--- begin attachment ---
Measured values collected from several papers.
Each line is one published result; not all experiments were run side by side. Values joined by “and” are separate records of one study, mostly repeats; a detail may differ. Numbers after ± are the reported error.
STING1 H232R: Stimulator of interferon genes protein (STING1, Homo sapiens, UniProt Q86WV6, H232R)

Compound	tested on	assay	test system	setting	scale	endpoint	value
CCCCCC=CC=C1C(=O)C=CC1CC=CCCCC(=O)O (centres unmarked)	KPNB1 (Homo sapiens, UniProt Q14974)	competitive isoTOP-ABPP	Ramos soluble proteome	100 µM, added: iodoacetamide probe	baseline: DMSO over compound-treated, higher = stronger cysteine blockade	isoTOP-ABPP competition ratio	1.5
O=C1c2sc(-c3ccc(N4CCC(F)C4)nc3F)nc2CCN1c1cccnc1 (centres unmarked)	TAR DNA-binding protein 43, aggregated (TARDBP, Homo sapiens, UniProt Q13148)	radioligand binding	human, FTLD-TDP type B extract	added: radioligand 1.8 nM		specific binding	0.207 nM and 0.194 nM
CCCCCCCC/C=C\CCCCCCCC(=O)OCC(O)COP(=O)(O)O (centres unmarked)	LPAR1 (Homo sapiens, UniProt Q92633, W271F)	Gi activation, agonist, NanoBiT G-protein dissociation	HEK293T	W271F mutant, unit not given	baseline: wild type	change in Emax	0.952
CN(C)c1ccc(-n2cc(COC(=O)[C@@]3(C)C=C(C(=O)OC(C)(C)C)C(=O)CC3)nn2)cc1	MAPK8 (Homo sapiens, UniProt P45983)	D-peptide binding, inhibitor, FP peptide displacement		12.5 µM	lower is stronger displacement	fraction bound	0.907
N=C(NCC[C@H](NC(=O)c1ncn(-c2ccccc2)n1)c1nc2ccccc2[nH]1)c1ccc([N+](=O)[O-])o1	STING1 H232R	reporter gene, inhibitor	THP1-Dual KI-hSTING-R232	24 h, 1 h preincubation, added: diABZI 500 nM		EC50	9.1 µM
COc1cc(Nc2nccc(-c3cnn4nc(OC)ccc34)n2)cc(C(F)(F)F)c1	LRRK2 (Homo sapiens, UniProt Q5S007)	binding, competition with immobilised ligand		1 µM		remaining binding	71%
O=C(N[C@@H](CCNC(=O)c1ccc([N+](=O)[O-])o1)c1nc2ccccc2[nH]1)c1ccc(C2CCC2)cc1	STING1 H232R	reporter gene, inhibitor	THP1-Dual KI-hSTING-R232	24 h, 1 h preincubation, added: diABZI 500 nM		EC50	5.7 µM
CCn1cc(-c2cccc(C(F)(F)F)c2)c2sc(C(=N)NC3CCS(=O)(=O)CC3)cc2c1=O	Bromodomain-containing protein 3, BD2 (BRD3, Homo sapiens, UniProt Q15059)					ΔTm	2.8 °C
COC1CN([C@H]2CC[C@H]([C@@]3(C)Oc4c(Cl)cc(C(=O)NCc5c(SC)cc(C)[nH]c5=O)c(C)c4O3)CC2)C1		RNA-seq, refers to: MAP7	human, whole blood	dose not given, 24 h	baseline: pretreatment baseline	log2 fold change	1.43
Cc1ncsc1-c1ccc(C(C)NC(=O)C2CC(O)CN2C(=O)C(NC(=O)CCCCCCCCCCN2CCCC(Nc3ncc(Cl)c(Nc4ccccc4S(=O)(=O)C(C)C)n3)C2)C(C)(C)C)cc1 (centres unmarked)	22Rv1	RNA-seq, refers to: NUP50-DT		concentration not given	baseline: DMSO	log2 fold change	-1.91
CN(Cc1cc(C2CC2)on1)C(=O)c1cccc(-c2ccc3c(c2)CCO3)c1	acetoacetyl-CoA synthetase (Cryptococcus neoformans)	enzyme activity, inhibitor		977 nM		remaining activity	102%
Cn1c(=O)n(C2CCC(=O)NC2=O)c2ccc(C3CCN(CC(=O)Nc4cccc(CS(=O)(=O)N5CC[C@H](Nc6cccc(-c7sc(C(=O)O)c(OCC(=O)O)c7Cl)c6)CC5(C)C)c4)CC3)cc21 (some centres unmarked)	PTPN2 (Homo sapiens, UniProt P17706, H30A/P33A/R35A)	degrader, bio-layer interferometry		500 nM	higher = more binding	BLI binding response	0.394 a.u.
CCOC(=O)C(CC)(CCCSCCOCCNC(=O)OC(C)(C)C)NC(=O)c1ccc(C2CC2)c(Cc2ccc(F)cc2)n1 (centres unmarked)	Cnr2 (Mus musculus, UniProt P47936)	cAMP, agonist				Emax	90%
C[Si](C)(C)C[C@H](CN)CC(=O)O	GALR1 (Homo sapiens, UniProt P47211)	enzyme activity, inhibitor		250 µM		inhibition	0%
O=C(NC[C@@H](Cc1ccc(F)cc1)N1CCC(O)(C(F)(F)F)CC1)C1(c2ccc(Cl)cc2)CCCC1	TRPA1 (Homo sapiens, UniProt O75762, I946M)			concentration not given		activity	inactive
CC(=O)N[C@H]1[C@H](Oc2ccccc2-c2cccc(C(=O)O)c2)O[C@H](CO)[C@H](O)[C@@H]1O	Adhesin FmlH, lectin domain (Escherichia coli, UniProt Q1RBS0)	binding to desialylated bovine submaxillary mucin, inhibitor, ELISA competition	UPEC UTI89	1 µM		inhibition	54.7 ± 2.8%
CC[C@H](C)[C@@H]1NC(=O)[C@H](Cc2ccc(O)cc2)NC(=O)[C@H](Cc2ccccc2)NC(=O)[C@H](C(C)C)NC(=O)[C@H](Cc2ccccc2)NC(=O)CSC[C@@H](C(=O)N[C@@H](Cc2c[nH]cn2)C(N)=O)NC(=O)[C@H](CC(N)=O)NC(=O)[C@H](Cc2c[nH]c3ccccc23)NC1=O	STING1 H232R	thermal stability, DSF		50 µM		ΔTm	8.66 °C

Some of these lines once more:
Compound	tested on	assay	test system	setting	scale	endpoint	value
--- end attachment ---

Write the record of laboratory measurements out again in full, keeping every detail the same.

Measured values collected from several papers.
Each line is one published result; not all experiments were run side by side. Values joined by “and” are separate records of one study, mostly repeats; a detail may differ. Numbers after ± are the reported error.
STING1 H232R: Stimulator of interferon genes protein (STING1, Homo sapiens, UniProt Q86WV6, H232R)

Compound	tested on	assay	test system	setting	scale	endpoint	value
CCCCCC=CC=C1C(=O)C=CC1CC=CCCCC(=O)O (centres unmarked)	KPNB1 (Homo sapiens, UniProt Q14974)	competitive isoTOP-ABPP	Ramos soluble proteome	100 µM, added: iodoacetamide probe	baseline: DMSO over compound-treated, higher = stronger cysteine blockade	isoTOP-ABPP competition ratio	1.5
O=C1c2sc(-c3ccc(N4CCC(F)C4)nc3F)nc2CCN1c1cccnc1 (centres unmarked)	TAR DNA-binding protein 43, aggregated (TARDBP, Homo sapiens, UniProt Q13148)	radioligand binding	human, FTLD-TDP type B extract	added: radioligand 1.8 nM		specific binding	0.207 nM and 0.194 nM
CCCCCCCC/C=C\CCCCCCCC(=O)OCC(O)COP(=O)(O)O (centres unmarked)	LPAR1 (Homo sapiens, UniProt Q92633, W271F)	Gi activation, agonist, NanoBiT G-protein dissociation	HEK293T	W271F mutant, unit not given	baseline: wild type	change in Emax	0.952
CN(C)c1ccc(-n2cc(COC(=O)[C@@]3(C)C=C(C(=O)OC(C)(C)C)C(=O)CC3)nn2)cc1	MAPK8 (Homo sapiens, UniProt P45983)	D-peptide binding, inhibitor, FP peptide displacement		12.5 µM	lower is stronger displacement	fraction bound	0.907
N=C(NCC[C@H](NC(=O)c1ncn(-c2ccccc2)n1)c1nc2ccccc2[nH]1)c1ccc([N+](=O)[O-])o1	STING1 H232R	reporter gene, inhibitor	THP1-Dual KI-hSTING-R232	24 h, 1 h preincubation, added: diABZI 500 nM		EC50	9.1 µM
COc1cc(Nc2nccc(-c3cnn4nc(OC)ccc34)n2)cc(C(F)(F)F)c1	LRRK2 (Homo sapiens, UniProt Q5S007)	binding, competition with immobilised ligand		1 µM		remaining binding	71%
O=C(N[C@@H](CCNC(=O)c1ccc([N+](=O)[O-])o1)c1nc2ccccc2[nH]1)c1ccc(C2CCC2)cc1	STING1 H232R	reporter gene, inhibitor	THP1-Dual KI-hSTING-R232	24 h, 1 h preincubation, added: diABZI 500 nM		EC50	5.7 µM
CCn1cc(-c2cccc(C(F)(F)F)c2)c2sc(C(=N)NC3CCS(=O)(=O)CC3)cc2c1=O	Bromodomain-containing protein 3, BD2 (BRD3, Homo sapiens, UniProt Q15059)					ΔTm	2.8 °C
COC1CN([C@H]2CC[C@H]([C@@]3(C)Oc4c(Cl)cc(C(=O)NCc5c(SC)cc(C)[nH]c5=O)c(C)c4O3)CC2)C1		RNA-seq, refers to: MAP7	human, whole blood	dose not given, 24 h	baseline: pretreatment baseline	log2 fold change	1.43
Cc1ncsc1-c1ccc(C(C)NC(=O)C2CC(O)CN2C(=O)C(NC(=O)CCCCCCCCCCN2CCCC(Nc3ncc(Cl)c(Nc4ccccc4S(=O)(=O)C(C)C)n3)C2)C(C)(C)C)cc1 (centres unmarked)	22Rv1	RNA-seq, refers to: NUP50-DT		concentration not given	baseline: DMSO	log2 fold change	-1.91
CN(Cc1cc(C2CC2)on1)C(=O)c1cccc(-c2ccc3c(c2)CCO3)c1	acetoacetyl-CoA synthetase (Cryptococcus neoformans)	enzyme activity, inhibitor		977 nM		remaining activity	102%
Cn1c(=O)n(C2CCC(=O)NC2=O)c2ccc(C3CCN(CC(=O)Nc4cccc(CS(=O)(=O)N5CC[C@H](Nc6cccc(-c7sc(C(=O)O)c(OCC(=O)O)c7Cl)c6)CC5(C)C)c4)CC3)cc21 (some centres unmarked)	PTPN2 (Homo sapiens, UniProt P17706, H30A/P33A/R35A)	degrader, bio-layer interferometry		500 nM	higher = more binding	BLI binding response	0.394 a.u.
CCOC(=O)C(CC)(CCCSCCOCCNC(=O)OC(C)(C)C)NC(=O)c1ccc(C2CC2)c(Cc2ccc(F)cc2)n1 (centres unmarked)	Cnr2 (Mus musculus, UniProt P47936)	cAMP, agonist				Emax	90%
C[Si](C)(C)C[C@H](CN)CC(=O)O	GALR1 (Homo sapiens, UniProt P47211)	enzyme activity, inhibitor		250 µM		inhibition	0%
O=C(NC[C@@H](Cc1ccc(F)cc1)N1CCC(O)(C(F)(F)F)CC1)C1(c2ccc(Cl)cc2)CCCC1	TRPA1 (Homo sapiens, UniProt O75762, I946M)			concentration not given		activity	inactive
CC(=O)N[C@H]1[C@H](Oc2ccccc2-c2cccc(C(=O)O)c2)O[C@H](CO)[C@H](O)[C@@H]1O	Adhesin FmlH, lectin domain (Escherichia coli, UniProt Q1RBS0)	binding to desialylated bovine submaxillary mucin, inhibitor, ELISA competition	UPEC UTI89	1 µM		inhibition	54.7 ± 2.8%
CC[C@H](C)[C@@H]1NC(=O)[C@H](Cc2ccc(O)cc2)NC(=O)[C@H](Cc2ccccc2)NC(=O)[C@H](C(C)C)NC(=O)[C@H](Cc2ccccc2)NC(=O)CSC[C@@H](C(=O)N[C@@H](Cc2c[nH]cn2)C(N)=O)NC(=O)[C@H](CC(N)=O)NC(=O)[C@H](Cc2c[nH]c3ccccc23)NC1=O	STING1 H232R	thermal stability, DSF		50 µM		ΔTm	8.66 °C

Some of these lines once more:
Compound	tested on	assay	test system	setting	scale	endpoint	value